and Perseus sprang to life and excelled all men…

… and on and on he goes, because nothing will set the mood better than bragging about previous carnal exploits!

Though I can’t compare it to others, I’d highly recommend Fagles’ translation of the text. There’s some beautiful language throughout, and in poetry form it’s allowed to breathe on the page. I didn’t read every word (again with the monologues!), but I finished the journey, and look forward to more in The Odyssey and The Aeneid.

Eventually. After I take a break with some reading from this millennium.

Wonder Woman

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I recently began reading The Iliad for the first time. Having that in mind when I saw Wonder Woman was helpful in my appreciation of both works. The way Ares interacts with humanity in Patty Jenkins’s excellent film—first subtly, then catastrophically—mirrors that of the gods of The Iliad, who bounce in and out of the affairs of men, sometimes at whim and sometimes with purpose.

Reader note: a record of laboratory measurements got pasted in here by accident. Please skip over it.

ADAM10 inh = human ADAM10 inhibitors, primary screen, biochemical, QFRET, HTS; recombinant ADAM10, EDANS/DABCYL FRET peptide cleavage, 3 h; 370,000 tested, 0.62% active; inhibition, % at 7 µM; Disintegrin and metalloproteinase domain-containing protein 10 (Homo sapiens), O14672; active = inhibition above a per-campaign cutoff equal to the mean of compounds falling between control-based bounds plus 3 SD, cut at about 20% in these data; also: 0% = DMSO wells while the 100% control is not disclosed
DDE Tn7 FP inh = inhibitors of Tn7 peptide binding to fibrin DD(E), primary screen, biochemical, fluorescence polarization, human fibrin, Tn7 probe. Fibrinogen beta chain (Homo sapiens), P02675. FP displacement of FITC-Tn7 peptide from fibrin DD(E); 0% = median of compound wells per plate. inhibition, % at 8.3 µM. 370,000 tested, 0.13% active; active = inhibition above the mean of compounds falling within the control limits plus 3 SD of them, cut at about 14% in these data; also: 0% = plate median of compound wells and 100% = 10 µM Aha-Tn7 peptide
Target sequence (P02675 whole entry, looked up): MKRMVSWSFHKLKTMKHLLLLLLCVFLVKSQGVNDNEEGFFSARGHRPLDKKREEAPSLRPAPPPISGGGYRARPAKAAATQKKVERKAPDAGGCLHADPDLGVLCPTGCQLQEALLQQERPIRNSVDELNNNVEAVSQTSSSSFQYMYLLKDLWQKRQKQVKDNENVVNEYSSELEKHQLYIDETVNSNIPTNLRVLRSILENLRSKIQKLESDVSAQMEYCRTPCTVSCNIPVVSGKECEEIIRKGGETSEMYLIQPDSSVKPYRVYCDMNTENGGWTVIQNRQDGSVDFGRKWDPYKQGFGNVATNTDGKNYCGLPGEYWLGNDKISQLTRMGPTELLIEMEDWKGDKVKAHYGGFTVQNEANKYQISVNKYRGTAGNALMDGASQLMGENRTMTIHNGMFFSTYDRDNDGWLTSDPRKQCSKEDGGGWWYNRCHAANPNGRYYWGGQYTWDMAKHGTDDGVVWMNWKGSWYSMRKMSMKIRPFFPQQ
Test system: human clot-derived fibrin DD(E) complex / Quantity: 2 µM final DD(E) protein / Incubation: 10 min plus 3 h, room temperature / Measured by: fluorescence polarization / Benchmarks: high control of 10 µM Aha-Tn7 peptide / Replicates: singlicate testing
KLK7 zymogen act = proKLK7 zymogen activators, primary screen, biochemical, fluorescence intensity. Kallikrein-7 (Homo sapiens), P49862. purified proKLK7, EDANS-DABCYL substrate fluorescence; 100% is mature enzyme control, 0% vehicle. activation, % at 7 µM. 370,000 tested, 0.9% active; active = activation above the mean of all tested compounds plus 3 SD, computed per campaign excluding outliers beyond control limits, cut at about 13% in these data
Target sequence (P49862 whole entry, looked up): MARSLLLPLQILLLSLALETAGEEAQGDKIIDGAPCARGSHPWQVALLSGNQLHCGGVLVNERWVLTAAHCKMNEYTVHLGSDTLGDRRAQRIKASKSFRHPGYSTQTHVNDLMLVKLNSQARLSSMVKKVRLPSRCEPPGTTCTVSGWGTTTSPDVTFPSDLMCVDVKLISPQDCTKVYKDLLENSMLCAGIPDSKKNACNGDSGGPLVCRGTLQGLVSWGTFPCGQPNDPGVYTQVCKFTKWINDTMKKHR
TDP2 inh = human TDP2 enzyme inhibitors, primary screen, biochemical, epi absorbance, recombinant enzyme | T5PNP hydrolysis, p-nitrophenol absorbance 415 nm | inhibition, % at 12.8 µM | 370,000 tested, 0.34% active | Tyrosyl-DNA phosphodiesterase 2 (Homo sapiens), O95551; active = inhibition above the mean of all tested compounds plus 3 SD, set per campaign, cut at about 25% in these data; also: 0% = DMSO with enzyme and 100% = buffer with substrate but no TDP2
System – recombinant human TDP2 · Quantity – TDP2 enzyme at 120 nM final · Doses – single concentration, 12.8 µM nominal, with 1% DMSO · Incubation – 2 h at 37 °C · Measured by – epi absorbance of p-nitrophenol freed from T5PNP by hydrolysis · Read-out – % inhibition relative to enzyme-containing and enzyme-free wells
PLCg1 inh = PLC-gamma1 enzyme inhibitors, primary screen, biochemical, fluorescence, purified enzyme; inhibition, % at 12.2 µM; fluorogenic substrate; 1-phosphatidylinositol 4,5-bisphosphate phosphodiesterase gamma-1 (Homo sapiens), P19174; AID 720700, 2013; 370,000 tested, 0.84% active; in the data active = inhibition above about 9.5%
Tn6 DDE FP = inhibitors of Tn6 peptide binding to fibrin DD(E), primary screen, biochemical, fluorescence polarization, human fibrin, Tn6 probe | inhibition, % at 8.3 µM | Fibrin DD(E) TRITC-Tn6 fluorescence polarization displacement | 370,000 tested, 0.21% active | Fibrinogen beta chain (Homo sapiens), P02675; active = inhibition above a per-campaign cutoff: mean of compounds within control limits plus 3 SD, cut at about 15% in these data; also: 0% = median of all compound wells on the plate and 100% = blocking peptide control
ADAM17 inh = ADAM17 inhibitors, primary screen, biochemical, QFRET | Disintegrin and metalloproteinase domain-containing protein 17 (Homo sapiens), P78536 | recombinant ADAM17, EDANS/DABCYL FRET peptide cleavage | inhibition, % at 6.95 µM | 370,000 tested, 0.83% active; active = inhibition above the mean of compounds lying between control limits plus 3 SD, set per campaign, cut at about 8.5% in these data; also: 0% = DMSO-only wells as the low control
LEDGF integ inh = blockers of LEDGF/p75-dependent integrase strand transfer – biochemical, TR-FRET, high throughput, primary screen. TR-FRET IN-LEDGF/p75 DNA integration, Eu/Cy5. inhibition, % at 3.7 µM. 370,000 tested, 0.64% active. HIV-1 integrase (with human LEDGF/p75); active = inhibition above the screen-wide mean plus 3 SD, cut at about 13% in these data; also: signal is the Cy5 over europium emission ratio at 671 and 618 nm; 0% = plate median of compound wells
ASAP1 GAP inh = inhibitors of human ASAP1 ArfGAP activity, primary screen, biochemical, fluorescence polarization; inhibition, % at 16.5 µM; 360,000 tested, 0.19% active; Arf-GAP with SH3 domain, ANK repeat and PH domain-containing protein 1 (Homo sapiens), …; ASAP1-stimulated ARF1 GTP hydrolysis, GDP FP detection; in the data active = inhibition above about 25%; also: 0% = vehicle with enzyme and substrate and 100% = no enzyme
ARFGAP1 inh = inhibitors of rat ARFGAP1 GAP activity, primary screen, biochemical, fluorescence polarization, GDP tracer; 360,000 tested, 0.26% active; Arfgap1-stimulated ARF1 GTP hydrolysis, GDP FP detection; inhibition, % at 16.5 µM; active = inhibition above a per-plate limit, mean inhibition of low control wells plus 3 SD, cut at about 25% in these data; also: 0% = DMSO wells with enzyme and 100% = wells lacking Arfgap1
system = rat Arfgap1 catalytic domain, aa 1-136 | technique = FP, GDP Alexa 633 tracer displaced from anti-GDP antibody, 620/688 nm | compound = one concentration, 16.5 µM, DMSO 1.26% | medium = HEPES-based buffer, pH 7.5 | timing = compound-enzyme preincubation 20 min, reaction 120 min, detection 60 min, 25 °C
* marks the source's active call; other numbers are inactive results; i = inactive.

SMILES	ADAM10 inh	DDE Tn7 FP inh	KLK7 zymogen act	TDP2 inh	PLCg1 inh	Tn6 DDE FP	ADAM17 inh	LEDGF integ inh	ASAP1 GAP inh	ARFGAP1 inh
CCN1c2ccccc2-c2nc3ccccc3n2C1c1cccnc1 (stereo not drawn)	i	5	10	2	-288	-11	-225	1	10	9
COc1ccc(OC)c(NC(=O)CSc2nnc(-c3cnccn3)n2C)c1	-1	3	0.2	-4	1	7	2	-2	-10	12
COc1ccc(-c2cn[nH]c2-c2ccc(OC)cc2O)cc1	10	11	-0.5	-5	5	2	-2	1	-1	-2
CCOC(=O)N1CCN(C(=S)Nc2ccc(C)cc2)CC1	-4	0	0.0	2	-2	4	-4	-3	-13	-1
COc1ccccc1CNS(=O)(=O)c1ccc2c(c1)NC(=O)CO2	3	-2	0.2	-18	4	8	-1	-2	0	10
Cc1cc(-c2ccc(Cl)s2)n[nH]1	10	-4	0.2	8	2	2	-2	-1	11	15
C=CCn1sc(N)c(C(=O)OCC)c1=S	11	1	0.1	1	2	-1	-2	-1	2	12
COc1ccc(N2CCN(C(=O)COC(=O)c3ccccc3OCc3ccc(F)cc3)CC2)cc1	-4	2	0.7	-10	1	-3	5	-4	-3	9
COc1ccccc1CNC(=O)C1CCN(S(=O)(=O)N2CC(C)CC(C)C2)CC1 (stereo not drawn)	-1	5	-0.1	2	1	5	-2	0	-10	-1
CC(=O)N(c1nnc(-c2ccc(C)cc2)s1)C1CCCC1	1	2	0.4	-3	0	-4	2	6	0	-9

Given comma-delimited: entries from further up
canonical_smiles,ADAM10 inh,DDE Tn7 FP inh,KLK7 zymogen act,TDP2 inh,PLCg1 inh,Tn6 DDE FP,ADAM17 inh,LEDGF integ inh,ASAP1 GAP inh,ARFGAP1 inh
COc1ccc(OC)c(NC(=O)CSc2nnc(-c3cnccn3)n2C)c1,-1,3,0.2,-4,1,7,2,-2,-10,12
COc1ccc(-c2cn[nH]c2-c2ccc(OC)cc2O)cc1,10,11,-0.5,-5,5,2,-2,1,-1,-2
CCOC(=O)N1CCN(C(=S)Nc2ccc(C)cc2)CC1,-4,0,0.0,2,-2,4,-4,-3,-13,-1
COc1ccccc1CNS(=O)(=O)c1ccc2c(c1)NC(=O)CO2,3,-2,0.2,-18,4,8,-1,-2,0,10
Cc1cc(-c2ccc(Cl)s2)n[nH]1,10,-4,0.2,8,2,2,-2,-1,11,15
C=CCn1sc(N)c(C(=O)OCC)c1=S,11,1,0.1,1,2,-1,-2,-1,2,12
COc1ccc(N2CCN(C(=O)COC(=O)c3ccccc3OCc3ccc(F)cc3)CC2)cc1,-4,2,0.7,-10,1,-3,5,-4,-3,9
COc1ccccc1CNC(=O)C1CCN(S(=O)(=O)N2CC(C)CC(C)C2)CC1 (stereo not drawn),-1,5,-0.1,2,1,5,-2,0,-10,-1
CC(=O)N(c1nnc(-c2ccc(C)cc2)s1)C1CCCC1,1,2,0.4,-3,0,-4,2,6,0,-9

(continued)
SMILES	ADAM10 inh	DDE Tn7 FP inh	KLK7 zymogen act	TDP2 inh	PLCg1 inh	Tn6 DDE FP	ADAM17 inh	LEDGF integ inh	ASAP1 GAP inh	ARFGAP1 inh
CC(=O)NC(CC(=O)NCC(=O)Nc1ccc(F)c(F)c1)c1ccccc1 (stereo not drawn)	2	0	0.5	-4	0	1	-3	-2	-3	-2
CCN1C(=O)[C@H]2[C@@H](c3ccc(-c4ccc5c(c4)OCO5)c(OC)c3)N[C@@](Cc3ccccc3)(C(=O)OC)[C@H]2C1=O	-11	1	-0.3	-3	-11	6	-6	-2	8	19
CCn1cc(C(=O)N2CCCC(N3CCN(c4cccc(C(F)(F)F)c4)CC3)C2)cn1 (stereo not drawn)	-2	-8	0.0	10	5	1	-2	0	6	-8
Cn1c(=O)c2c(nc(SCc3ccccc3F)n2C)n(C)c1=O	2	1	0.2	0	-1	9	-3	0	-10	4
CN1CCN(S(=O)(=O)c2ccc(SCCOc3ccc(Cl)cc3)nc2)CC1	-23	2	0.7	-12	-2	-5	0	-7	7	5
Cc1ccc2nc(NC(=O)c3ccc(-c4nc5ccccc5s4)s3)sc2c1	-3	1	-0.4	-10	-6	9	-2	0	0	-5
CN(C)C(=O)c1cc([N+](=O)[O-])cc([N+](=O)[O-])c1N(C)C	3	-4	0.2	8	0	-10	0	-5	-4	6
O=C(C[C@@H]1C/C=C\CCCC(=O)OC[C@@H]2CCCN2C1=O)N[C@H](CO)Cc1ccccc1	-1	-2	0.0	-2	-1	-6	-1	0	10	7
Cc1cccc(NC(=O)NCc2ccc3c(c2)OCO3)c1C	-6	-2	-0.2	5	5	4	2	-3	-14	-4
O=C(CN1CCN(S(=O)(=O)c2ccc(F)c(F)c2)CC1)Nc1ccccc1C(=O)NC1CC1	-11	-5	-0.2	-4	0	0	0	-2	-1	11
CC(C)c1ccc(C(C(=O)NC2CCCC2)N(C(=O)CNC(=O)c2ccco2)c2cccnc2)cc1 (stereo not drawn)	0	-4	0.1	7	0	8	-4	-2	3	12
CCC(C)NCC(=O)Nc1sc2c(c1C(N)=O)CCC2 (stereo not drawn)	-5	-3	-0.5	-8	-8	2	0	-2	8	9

The other lens through which I tried to watch Wonder Woman was as through the eyes of women. In this way several images from the movie stuck with me. Steve, the drowning dude in distress, seeing Diana standing atop his wrecked plane before she rescues him. Diana’s glasses, thrust upon her in a winking attempt to de-glamorize her in Edwardian London, quickly and symbolically crushed during a back alley brawl. Steve’s commanding officer, despite being handed the intelligence coup of Dr. Poison’s stolen notebook, caring much more about—God forbid—a woman in the war room.

Not to mention the now iconic No Man’s Land sequence, which I later learned brought many women to tears. What I found powerful about it, beyond the single-minded drive and badassery Diana shows in battle, was how it was the culmination of a day’s worth of her being told No over and over again, and choosing to ignore it each time. No, you can’t dress like that. No, you can’t go to the front. No, you can’t brandish your sword. No, you can’t enter this men’s-only room, or that other men’s-only room. No, you can’t stop to help people on the way to the front. No, you can’t go into No Man’s Land.